Understanding the menopause: its signs, symptoms and stages

Mood swings, hot flushes, irregular periods, sleep problems?

Mood swings, hot flushes, irregular periods, sleep problems? Then you could be suffering the classic symptoms of the menopause. Luckily, help is available.

The average age for a Caucasian woman to hit the menopause is 51 and in Afro-Caribbean women it tends to be a bit later. An early menopause generally occurs when you’re under the age of 40. But what is the menopause, and how can you get help and treatment for its symptoms?

Read on to find out more about the menopause, and how our specialists in Kent can help.

The menopause explained

The menopause happens when your menstrual period stops permanently, or when you’re no longer able to become pregnant naturally. It’s a fascinating fact that only three species of female live beyond their reproductive potential – humans, killer whales and pilot whales.

What’s the official definition of menopause?

The definition of menopause is when your periods have stopped for more than a year, as it’s possible for them to stop for a while and then start again. Ovarian function declines gradually, so many symptoms start before your periods have completely stopped.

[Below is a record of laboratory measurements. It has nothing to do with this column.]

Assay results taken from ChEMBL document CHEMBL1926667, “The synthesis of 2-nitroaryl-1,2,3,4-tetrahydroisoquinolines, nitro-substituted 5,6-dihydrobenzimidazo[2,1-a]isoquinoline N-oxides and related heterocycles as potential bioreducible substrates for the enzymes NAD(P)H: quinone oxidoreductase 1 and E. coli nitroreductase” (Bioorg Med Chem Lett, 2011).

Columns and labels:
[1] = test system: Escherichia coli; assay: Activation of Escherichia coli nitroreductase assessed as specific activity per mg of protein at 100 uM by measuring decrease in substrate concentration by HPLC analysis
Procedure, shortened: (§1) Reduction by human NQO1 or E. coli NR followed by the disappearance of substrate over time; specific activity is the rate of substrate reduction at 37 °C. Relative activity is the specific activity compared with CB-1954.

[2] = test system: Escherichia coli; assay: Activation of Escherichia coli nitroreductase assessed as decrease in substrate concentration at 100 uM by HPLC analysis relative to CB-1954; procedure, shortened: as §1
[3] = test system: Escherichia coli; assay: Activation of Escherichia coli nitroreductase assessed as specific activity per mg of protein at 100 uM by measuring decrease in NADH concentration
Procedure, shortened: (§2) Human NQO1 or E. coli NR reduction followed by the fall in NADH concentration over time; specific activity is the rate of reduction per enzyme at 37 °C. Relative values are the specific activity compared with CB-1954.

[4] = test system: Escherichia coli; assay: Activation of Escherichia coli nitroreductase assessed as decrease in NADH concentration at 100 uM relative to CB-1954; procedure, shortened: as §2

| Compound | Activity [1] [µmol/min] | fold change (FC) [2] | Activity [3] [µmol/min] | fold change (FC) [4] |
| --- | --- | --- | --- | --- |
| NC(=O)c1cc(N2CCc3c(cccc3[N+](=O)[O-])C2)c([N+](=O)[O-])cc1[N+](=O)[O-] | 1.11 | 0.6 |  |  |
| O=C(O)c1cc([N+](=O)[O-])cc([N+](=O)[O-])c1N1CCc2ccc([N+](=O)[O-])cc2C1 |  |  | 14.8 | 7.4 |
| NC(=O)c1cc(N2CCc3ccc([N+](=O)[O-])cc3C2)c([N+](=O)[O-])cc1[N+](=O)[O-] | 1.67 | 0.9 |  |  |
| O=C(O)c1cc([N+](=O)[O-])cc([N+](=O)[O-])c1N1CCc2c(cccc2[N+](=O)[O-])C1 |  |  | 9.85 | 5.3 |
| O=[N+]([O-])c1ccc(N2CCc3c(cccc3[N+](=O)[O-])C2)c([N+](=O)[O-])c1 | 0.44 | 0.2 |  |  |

One of the common causes of symptoms is a change in the nature of your period, for example very heavy and irregular bleeding, as the menopause approaches. The Mirena coil has revolutionised management of women with this type of menopause symptom.

But why do women have problems? Isn’t the menopause just nature taking its course?

As women are living longer, they’re spending more time in the post-reproductive phase. As a result, women are more likely to suffer the consequences of loss of ovarian function including menopausal symptoms such as thinning of the skin and bones.

When will I go through the stages of menopause?

It’s impossible to say exactly when you’ll go through the stages of menopause. Although the age of girls starting their periods has got steadily younger since the start of the last century, the age of menopause has remained remarkably consistent.